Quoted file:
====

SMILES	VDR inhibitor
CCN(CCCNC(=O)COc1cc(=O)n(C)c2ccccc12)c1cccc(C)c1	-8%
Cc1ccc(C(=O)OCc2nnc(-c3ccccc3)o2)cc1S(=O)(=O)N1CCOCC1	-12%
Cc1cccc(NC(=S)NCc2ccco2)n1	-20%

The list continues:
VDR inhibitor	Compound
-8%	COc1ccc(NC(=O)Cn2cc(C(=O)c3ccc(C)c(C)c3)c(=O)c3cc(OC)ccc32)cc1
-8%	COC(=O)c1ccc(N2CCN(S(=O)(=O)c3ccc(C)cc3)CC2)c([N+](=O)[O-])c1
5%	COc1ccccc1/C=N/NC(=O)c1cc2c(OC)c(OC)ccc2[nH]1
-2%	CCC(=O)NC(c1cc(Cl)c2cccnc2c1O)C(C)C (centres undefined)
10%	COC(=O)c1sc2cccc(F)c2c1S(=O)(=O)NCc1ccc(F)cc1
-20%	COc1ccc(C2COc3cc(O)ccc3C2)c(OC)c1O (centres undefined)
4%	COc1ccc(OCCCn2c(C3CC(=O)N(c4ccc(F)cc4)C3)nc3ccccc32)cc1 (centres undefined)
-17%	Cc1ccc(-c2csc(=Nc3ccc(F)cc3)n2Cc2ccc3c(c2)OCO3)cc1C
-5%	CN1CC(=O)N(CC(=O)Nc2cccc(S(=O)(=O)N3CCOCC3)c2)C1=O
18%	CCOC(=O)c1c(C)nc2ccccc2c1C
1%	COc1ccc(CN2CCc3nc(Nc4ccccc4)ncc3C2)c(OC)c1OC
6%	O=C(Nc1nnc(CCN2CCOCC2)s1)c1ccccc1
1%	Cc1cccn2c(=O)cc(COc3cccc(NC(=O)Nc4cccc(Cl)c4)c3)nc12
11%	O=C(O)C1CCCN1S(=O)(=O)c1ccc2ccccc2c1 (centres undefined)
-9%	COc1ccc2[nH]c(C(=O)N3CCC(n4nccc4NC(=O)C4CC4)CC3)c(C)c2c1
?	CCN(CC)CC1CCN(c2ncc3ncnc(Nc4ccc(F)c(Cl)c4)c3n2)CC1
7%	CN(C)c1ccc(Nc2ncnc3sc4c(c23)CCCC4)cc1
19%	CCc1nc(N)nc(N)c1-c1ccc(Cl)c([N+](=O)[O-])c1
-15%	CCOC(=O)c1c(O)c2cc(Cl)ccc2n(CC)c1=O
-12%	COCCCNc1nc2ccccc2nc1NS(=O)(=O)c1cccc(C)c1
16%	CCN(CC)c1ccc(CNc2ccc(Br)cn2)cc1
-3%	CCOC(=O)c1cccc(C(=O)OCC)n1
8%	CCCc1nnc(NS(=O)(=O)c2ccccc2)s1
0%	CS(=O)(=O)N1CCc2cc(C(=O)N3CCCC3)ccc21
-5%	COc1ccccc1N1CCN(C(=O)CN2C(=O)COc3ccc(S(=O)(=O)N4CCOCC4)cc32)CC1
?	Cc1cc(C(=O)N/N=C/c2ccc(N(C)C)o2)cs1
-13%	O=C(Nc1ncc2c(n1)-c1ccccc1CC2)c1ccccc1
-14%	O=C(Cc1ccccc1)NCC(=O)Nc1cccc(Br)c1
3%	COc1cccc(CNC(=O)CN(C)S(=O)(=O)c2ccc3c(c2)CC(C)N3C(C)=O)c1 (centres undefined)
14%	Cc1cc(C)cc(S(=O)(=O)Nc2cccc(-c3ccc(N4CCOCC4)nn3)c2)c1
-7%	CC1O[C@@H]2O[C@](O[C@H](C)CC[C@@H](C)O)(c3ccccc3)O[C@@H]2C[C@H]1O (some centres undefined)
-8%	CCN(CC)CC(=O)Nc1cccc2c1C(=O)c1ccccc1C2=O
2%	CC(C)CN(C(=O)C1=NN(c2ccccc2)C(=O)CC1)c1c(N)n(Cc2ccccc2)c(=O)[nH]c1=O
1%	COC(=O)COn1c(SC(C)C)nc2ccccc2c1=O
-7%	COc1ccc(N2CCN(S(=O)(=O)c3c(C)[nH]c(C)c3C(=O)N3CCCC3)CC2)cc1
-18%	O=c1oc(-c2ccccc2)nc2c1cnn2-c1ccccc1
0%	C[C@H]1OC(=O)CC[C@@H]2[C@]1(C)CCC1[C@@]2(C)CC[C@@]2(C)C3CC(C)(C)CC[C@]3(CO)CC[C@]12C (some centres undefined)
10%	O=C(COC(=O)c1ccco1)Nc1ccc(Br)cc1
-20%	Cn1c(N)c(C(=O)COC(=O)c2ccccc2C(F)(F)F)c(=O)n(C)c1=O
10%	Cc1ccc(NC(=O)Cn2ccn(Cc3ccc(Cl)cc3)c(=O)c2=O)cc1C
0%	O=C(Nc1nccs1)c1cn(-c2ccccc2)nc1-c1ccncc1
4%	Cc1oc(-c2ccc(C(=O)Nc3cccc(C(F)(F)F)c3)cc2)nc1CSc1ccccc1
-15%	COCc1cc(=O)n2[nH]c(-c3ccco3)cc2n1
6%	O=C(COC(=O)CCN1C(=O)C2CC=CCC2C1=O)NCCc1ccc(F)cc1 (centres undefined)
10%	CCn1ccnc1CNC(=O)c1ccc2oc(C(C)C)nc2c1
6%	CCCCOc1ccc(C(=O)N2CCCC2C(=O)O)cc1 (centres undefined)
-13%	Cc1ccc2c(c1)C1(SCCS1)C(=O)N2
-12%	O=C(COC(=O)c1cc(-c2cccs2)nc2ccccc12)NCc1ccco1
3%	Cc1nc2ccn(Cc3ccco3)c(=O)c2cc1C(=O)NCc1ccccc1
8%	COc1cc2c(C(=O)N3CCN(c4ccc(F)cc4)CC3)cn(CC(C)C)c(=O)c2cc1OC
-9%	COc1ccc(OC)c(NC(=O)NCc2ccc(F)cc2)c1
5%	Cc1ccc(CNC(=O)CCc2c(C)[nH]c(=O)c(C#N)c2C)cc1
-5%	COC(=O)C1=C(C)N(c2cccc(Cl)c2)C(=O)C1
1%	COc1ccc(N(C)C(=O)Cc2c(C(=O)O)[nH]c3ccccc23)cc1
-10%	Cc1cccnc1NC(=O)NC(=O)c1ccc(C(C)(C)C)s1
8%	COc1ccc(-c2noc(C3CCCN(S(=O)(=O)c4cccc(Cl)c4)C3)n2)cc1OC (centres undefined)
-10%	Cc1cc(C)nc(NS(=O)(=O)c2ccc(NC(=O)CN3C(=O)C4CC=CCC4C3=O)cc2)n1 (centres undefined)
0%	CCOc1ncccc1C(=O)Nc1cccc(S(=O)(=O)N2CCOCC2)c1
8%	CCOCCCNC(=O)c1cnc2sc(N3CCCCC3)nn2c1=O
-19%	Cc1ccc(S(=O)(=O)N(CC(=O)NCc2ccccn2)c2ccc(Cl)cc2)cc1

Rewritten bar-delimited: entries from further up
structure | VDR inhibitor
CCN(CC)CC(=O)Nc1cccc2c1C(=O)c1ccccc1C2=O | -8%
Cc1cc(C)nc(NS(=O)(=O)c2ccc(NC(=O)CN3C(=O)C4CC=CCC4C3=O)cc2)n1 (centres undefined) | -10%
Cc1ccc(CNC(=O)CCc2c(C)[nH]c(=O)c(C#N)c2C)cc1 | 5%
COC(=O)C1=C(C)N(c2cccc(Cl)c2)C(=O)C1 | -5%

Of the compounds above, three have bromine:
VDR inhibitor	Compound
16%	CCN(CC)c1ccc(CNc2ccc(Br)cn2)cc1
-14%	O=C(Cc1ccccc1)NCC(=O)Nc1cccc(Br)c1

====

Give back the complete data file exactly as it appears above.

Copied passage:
SMILES	VDR inhibitor
CCN(CCCNC(=O)COc1cc(=O)n(C)c2ccccc12)c1cccc(C)c1	-8%
Cc1ccc(C(=O)OCc2nnc(-c3ccccc3)o2)cc1S(=O)(=O)N1CCOCC1	-12%
Cc1cccc(NC(=S)NCc2ccco2)n1	-20%

The list continues:
VDR inhibitor	Compound
-8%	COc1ccc(NC(=O)Cn2cc(C(=O)c3ccc(C)c(C)c3)c(=O)c3cc(OC)ccc32)cc1
-8%	COC(=O)c1ccc(N2CCN(S(=O)(=O)c3ccc(C)cc3)CC2)c([N+](=O)[O-])c1
5%	COc1ccccc1/C=N/NC(=O)c1cc2c(OC)c(OC)ccc2[nH]1
-2%	CCC(=O)NC(c1cc(Cl)c2cccnc2c1O)C(C)C (centres undefined)
10%	COC(=O)c1sc2cccc(F)c2c1S(=O)(=O)NCc1ccc(F)cc1
-20%	COc1ccc(C2COc3cc(O)ccc3C2)c(OC)c1O (centres undefined)
4%	COc1ccc(OCCCn2c(C3CC(=O)N(c4ccc(F)cc4)C3)nc3ccccc32)cc1 (centres undefined)
-17%	Cc1ccc(-c2csc(=Nc3ccc(F)cc3)n2Cc2ccc3c(c2)OCO3)cc1C
-5%	CN1CC(=O)N(CC(=O)Nc2cccc(S(=O)(=O)N3CCOCC3)c2)C1=O
18%	CCOC(=O)c1c(C)nc2ccccc2c1C
1%	COc1ccc(CN2CCc3nc(Nc4ccccc4)ncc3C2)c(OC)c1OC
6%	O=C(Nc1nnc(CCN2CCOCC2)s1)c1ccccc1
1%	Cc1cccn2c(=O)cc(COc3cccc(NC(=O)Nc4cccc(Cl)c4)c3)nc12
11%	O=C(O)C1CCCN1S(=O)(=O)c1ccc2ccccc2c1 (centres undefined)
-9%	COc1ccc2[nH]c(C(=O)N3CCC(n4nccc4NC(=O)C4CC4)CC3)c(C)c2c1
?	CCN(CC)CC1CCN(c2ncc3ncnc(Nc4ccc(F)c(Cl)c4)c3n2)CC1
7%	CN(C)c1ccc(Nc2ncnc3sc4c(c23)CCCC4)cc1
19%	CCc1nc(N)nc(N)c1-c1ccc(Cl)c([N+](=O)[O-])c1
-15%	CCOC(=O)c1c(O)c2cc(Cl)ccc2n(CC)c1=O
-12%	COCCCNc1nc2ccccc2nc1NS(=O)(=O)c1cccc(C)c1
16%	CCN(CC)c1ccc(CNc2ccc(Br)cn2)cc1
-3%	CCOC(=O)c1cccc(C(=O)OCC)n1
8%	CCCc1nnc(NS(=O)(=O)c2ccccc2)s1
0%	CS(=O)(=O)N1CCc2cc(C(=O)N3CCCC3)ccc21
-5%	COc1ccccc1N1CCN(C(=O)CN2C(=O)COc3ccc(S(=O)(=O)N4CCOCC4)cc32)CC1
?	Cc1cc(C(=O)N/N=C/c2ccc(N(C)C)o2)cs1
-13%	O=C(Nc1ncc2c(n1)-c1ccccc1CC2)c1ccccc1
-14%	O=C(Cc1ccccc1)NCC(=O)Nc1cccc(Br)c1
3%	COc1cccc(CNC(=O)CN(C)S(=O)(=O)c2ccc3c(c2)CC(C)N3C(C)=O)c1 (centres undefined)
14%	Cc1cc(C)cc(S(=O)(=O)Nc2cccc(-c3ccc(N4CCOCC4)nn3)c2)c1
-7%	CC1O[C@@H]2O[C@](O[C@H](C)CC[C@@H](C)O)(c3ccccc3)O[C@@H]2C[C@H]1O (some centres undefined)
-8%	CCN(CC)CC(=O)Nc1cccc2c1C(=O)c1ccccc1C2=O
2%	CC(C)CN(C(=O)C1=NN(c2ccccc2)C(=O)CC1)c1c(N)n(Cc2ccccc2)c(=O)[nH]c1=O
1%	COC(=O)COn1c(SC(C)C)nc2ccccc2c1=O
-7%	COc1ccc(N2CCN(S(=O)(=O)c3c(C)[nH]c(C)c3C(=O)N3CCCC3)CC2)cc1
-18%	O=c1oc(-c2ccccc2)nc2c1cnn2-c1ccccc1
0%	C[C@H]1OC(=O)CC[C@@H]2[C@]1(C)CCC1[C@@]2(C)CC[C@@]2(C)C3CC(C)(C)CC[C@]3(CO)CC[C@]12C (some centres undefined)
10%	O=C(COC(=O)c1ccco1)Nc1ccc(Br)cc1
-20%	Cn1c(N)c(C(=O)COC(=O)c2ccccc2C(F)(F)F)c(=O)n(C)c1=O
10%	Cc1ccc(NC(=O)Cn2ccn(Cc3ccc(Cl)cc3)c(=O)c2=O)cc1C
0%	O=C(Nc1nccs1)c1cn(-c2ccccc2)nc1-c1ccncc1
4%	Cc1oc(-c2ccc(C(=O)Nc3cccc(C(F)(F)F)c3)cc2)nc1CSc1ccccc1
-15%	COCc1cc(=O)n2[nH]c(-c3ccco3)cc2n1
6%	O=C(COC(=O)CCN1C(=O)C2CC=CCC2C1=O)NCCc1ccc(F)cc1 (centres undefined)
10%	CCn1ccnc1CNC(=O)c1ccc2oc(C(C)C)nc2c1
6%	CCCCOc1ccc(C(=O)N2CCCC2C(=O)O)cc1 (centres undefined)
-13%	Cc1ccc2c(c1)C1(SCCS1)C(=O)N2
-12%	O=C(COC(=O)c1cc(-c2cccs2)nc2ccccc12)NCc1ccco1
3%	Cc1nc2ccn(Cc3ccco3)c(=O)c2cc1C(=O)NCc1ccccc1
8%	COc1cc2c(C(=O)N3CCN(c4ccc(F)cc4)CC3)cn(CC(C)C)c(=O)c2cc1OC
-9%	COc1ccc(OC)c(NC(=O)NCc2ccc(F)cc2)c1
5%	Cc1ccc(CNC(=O)CCc2c(C)[nH]c(=O)c(C#N)c2C)cc1
-5%	COC(=O)C1=C(C)N(c2cccc(Cl)c2)C(=O)C1
1%	COc1ccc(N(C)C(=O)Cc2c(C(=O)O)[nH]c3ccccc23)cc1
-10%	Cc1cccnc1NC(=O)NC(=O)c1ccc(C(C)(C)C)s1
8%	COc1ccc(-c2noc(C3CCCN(S(=O)(=O)c4cccc(Cl)c4)C3)n2)cc1OC (centres undefined)
-10%	Cc1cc(C)nc(NS(=O)(=O)c2ccc(NC(=O)CN3C(=O)C4CC=CCC4C3=O)cc2)n1 (centres undefined)
0%	CCOc1ncccc1C(=O)Nc1cccc(S(=O)(=O)N2CCOCC2)c1
8%	CCOCCCNC(=O)c1cnc2sc(N3CCCCC3)nn2c1=O
-19%	Cc1ccc(S(=O)(=O)N(CC(=O)NCc2ccccn2)c2ccc(Cl)cc2)cc1

Rewritten bar-delimited: entries from further up
structure | VDR inhibitor
CCN(CC)CC(=O)Nc1cccc2c1C(=O)c1ccccc1C2=O | -8%
Cc1cc(C)nc(NS(=O)(=O)c2ccc(NC(=O)CN3C(=O)C4CC=CCC4C3=O)cc2)n1 (centres undefined) | -10%
Cc1ccc(CNC(=O)CCc2c(C)[nH]c(=O)c(C#N)c2C)cc1 | 5%
COC(=O)C1=C(C)N(c2cccc(Cl)c2)C(=O)C1 | -5%

Of the compounds above, three have bromine:
VDR inhibitor	Compound
16%	CCN(CC)c1ccc(CNc2ccc(Br)cn2)cc1
-14%	O=C(Cc1ccccc1)NCC(=O)Nc1cccc(Br)c1